The year 1997 was a ‘landmark year’, which saw far reaching measures to free the broadcast media from the shackles of Government control 50 years after independence.
For over three decades beginning with the Chanda Committee report in 1966 and continuing through the reports of the Verghese Committee in 1978 and the Joshi Committee in 1985-expert committees set up by the government made a case for organizational restructuring of broadcasting, so as to give it greater autonomy.
As a result, the Prasar Bharati Act (1990) was formed by the government. In July 1997, it was activated after being notified and came into force on September 22, 1997.
A unique feature of this act was that it enlarged the definition of the term, Broadcasting.
Section 2(c) defines ‘Broadcasting’ as the dissemination of any form of communication, like signs, signals, writing, pictures, images and sounds of all kinds by transmission of electro-magnetic waves through space or through cables intended to be received by the general public either directly or indirectly through the medium of relay stations and all its grammatical variations and cognate expression shall be construed accordingly.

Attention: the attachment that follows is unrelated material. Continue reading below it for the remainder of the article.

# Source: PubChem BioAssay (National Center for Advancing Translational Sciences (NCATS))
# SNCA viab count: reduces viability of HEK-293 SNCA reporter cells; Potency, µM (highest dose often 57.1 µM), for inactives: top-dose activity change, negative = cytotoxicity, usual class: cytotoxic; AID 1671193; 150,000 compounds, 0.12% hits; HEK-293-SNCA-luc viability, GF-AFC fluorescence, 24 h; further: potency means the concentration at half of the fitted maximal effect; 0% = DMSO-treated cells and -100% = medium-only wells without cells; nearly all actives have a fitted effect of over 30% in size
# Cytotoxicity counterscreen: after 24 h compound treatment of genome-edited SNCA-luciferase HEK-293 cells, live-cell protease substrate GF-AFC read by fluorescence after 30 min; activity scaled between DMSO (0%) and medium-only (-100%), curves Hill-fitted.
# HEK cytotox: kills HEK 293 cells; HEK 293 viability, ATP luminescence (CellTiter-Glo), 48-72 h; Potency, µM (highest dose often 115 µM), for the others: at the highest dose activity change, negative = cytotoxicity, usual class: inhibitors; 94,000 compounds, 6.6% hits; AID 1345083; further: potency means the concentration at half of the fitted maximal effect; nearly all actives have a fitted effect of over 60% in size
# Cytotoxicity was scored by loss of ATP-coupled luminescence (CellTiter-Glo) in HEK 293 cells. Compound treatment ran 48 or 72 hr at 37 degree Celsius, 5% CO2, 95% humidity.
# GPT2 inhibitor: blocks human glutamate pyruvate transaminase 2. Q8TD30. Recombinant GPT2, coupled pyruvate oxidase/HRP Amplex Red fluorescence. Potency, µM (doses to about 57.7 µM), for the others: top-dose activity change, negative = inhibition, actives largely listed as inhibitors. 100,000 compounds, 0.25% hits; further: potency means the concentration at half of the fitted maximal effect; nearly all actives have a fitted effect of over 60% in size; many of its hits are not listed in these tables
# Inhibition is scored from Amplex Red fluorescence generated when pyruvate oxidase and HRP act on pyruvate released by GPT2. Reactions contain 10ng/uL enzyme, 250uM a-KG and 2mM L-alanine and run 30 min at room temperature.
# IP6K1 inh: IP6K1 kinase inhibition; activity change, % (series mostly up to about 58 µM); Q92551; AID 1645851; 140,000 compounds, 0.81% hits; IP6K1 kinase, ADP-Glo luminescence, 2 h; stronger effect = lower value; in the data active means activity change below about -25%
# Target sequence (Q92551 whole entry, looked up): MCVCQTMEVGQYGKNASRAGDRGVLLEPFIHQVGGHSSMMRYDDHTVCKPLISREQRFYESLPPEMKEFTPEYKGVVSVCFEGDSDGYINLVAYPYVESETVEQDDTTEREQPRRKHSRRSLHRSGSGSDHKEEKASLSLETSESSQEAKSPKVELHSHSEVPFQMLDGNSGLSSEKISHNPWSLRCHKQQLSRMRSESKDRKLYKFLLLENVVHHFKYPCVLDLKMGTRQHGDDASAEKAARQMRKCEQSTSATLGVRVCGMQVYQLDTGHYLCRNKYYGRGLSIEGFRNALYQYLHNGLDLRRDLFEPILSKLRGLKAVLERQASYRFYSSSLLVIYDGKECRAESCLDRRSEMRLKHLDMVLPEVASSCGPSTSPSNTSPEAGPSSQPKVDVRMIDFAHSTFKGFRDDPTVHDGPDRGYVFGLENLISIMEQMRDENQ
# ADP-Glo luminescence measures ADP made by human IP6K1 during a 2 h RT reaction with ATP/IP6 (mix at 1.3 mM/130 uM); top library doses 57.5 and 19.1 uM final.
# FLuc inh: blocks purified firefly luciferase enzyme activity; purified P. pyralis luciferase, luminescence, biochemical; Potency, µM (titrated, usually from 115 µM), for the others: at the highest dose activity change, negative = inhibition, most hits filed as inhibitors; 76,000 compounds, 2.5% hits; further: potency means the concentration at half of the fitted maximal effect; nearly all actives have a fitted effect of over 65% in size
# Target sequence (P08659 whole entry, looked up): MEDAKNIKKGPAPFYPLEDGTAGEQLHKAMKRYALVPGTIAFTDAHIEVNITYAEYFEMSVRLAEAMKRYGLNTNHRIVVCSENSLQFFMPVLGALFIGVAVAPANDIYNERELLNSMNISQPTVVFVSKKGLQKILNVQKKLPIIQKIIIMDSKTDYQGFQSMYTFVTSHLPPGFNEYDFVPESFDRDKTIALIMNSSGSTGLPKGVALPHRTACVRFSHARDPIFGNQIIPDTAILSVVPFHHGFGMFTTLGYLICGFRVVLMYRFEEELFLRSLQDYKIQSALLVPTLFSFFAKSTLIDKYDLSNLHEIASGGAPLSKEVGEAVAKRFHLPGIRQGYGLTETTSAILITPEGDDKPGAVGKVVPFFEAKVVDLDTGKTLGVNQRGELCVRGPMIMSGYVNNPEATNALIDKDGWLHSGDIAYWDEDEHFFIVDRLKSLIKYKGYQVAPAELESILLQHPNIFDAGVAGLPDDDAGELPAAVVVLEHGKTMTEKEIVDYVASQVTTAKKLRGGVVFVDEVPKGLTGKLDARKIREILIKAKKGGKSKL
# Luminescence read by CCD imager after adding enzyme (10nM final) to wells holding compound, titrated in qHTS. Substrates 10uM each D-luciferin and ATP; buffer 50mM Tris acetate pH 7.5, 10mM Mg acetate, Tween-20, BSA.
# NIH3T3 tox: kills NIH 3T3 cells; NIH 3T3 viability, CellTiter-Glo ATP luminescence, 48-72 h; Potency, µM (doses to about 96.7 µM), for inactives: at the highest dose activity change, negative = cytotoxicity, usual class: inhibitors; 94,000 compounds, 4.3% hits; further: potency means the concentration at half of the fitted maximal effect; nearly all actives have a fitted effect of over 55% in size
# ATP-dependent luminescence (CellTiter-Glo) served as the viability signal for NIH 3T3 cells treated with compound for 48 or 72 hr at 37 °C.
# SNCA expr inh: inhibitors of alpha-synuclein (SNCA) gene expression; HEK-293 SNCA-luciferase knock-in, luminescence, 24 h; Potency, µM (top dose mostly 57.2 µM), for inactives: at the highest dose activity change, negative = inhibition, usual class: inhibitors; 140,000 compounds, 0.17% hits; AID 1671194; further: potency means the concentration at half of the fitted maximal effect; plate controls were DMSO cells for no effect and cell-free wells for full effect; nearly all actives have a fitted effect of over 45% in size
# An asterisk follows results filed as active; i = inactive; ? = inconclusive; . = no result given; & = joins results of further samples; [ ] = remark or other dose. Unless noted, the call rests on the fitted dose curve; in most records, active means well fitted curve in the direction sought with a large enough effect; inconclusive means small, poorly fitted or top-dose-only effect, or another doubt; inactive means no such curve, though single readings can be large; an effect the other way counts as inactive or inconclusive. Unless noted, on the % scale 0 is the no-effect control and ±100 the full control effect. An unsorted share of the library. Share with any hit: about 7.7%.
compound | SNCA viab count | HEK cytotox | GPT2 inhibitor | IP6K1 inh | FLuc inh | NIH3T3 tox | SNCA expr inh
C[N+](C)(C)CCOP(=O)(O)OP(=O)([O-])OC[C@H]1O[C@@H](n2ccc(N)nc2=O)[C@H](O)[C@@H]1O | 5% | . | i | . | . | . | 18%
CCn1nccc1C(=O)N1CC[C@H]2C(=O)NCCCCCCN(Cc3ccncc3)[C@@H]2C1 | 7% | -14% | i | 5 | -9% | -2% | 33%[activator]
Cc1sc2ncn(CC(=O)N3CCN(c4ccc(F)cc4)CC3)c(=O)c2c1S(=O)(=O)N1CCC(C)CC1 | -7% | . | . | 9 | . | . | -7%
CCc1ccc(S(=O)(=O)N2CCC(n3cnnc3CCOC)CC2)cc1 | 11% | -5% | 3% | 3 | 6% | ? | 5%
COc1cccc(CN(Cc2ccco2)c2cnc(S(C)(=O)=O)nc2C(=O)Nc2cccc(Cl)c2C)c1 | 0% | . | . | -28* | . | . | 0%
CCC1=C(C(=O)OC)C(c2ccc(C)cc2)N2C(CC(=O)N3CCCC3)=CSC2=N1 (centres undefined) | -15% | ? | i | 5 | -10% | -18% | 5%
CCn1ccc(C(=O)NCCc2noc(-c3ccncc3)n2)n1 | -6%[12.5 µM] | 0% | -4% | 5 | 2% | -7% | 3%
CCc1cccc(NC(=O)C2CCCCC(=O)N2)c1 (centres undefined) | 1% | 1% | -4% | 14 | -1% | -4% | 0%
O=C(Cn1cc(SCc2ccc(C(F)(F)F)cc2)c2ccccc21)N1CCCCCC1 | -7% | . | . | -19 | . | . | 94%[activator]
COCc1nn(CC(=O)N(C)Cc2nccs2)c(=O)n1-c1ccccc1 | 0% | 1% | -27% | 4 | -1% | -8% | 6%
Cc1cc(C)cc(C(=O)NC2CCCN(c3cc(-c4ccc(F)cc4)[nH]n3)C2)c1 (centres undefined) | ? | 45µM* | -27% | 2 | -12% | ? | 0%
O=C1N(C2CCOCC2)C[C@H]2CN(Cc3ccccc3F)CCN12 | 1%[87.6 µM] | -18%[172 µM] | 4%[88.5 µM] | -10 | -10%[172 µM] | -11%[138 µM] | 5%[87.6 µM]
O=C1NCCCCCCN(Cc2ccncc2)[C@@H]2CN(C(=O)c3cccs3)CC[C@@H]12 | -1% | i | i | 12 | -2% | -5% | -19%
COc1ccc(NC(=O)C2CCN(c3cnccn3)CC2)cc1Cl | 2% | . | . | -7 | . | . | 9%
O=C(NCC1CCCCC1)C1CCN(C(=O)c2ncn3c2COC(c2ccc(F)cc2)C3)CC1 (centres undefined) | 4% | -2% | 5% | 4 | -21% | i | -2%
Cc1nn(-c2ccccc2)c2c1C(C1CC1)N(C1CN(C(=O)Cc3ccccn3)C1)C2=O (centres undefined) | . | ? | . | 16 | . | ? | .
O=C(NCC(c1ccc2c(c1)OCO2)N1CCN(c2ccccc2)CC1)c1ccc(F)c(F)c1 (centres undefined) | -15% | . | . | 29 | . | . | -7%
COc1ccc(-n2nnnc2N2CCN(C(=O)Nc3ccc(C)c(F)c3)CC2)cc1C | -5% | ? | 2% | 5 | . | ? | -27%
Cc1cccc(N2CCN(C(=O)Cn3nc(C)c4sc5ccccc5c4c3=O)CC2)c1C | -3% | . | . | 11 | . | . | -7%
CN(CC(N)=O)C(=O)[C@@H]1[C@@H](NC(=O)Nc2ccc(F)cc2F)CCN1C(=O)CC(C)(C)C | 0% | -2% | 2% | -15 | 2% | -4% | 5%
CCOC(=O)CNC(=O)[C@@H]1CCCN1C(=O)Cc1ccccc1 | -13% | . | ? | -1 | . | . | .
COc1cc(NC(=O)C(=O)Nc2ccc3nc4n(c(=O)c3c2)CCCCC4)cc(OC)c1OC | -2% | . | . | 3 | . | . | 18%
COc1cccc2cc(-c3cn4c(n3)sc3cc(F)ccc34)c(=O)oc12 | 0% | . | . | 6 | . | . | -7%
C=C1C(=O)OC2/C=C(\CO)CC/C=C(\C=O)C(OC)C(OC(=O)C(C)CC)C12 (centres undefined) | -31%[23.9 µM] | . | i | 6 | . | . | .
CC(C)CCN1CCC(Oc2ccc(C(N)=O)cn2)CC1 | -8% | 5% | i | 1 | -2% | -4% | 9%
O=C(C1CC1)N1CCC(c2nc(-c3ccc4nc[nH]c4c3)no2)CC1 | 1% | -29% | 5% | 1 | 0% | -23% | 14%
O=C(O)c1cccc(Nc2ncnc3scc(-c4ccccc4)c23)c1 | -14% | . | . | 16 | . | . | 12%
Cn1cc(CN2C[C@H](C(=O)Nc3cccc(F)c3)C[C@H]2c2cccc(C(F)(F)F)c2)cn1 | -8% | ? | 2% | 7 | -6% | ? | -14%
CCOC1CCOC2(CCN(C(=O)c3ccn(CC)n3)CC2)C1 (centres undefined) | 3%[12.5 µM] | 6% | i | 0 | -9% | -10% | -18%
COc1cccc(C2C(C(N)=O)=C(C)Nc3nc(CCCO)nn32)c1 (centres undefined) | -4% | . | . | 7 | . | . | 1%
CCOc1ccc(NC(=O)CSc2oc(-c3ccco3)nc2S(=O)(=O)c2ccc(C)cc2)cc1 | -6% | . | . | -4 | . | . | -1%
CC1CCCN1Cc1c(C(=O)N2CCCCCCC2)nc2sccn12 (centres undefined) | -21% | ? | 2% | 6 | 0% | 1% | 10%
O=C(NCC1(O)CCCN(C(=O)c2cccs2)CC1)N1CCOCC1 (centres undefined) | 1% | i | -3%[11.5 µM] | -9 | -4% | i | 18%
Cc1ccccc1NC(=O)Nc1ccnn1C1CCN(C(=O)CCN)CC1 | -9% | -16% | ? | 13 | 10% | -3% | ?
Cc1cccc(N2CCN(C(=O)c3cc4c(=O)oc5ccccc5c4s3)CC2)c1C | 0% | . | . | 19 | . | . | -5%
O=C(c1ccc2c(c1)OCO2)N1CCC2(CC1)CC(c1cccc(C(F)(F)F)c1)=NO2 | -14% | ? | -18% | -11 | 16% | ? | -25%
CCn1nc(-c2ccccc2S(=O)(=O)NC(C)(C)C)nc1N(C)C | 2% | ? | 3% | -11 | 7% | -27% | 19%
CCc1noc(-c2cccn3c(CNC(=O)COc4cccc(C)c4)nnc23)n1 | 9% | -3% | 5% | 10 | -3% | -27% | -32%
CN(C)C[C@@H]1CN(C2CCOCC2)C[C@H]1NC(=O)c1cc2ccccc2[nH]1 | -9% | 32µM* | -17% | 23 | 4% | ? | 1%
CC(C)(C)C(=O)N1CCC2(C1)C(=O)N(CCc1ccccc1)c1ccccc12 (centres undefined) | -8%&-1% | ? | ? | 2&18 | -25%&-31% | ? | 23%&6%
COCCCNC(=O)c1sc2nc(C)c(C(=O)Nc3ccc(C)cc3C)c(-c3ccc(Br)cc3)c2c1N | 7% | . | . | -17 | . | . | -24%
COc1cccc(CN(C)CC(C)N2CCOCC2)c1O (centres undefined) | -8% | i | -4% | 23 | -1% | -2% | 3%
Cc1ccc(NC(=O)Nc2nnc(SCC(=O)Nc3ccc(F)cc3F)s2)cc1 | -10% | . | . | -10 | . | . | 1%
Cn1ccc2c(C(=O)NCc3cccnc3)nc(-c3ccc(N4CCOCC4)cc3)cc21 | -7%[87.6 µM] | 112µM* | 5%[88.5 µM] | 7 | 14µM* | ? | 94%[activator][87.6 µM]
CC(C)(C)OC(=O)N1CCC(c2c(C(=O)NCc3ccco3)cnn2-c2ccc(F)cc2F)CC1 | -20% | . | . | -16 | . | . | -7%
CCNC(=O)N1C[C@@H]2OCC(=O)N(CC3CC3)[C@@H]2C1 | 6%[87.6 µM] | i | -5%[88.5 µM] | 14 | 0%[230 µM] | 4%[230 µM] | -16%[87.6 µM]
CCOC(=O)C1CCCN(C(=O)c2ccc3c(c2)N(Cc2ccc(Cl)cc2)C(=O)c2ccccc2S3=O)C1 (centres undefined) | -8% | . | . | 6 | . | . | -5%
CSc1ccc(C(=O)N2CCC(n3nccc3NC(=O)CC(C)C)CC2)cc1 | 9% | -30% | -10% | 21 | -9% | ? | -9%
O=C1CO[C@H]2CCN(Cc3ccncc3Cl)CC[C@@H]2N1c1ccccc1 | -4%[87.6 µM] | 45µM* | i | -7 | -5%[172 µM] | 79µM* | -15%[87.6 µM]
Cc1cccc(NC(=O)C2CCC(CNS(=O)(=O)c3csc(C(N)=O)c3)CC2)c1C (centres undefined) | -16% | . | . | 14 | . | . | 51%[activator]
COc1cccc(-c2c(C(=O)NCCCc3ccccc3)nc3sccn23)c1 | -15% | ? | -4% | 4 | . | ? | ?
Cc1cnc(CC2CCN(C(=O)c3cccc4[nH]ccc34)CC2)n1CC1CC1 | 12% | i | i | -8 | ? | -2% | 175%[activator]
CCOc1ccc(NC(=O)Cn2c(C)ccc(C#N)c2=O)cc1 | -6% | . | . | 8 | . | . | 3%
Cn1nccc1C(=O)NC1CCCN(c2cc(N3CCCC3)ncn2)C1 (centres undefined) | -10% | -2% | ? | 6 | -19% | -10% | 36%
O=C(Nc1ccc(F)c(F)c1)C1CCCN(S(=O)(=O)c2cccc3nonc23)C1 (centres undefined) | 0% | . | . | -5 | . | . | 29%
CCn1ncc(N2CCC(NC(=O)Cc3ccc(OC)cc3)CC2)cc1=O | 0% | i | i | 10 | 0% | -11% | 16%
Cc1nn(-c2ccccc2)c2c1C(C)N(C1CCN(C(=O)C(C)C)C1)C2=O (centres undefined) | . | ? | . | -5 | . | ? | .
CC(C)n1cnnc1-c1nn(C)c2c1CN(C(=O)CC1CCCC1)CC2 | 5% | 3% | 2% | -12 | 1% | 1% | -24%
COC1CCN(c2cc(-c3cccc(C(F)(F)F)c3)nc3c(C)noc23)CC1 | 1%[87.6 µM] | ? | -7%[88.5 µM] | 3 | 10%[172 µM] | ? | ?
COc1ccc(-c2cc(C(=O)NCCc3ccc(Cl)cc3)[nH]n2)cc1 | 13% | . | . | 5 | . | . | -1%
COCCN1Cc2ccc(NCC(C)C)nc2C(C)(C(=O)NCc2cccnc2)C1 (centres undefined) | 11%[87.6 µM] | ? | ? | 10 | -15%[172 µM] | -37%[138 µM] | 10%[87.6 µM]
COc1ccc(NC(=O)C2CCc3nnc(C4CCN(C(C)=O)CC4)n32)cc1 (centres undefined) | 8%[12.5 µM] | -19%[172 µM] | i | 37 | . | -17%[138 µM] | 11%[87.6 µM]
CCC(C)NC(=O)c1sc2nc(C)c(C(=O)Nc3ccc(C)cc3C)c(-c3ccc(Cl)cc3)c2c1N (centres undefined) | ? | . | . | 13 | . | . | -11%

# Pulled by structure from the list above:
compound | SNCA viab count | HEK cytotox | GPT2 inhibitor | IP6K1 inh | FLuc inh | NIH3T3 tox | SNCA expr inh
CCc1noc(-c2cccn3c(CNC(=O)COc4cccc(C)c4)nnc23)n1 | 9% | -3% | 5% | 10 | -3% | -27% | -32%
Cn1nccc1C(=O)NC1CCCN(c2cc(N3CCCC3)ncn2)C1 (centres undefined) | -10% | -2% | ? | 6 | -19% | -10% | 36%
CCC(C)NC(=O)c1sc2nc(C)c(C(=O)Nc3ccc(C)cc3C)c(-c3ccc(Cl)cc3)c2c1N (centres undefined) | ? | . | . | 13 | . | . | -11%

The Union Government in 1997 brought about sweeping changes in the revamped Prasar Bharati Act. The changes were brought to rectify the anomalies and flaws in the act.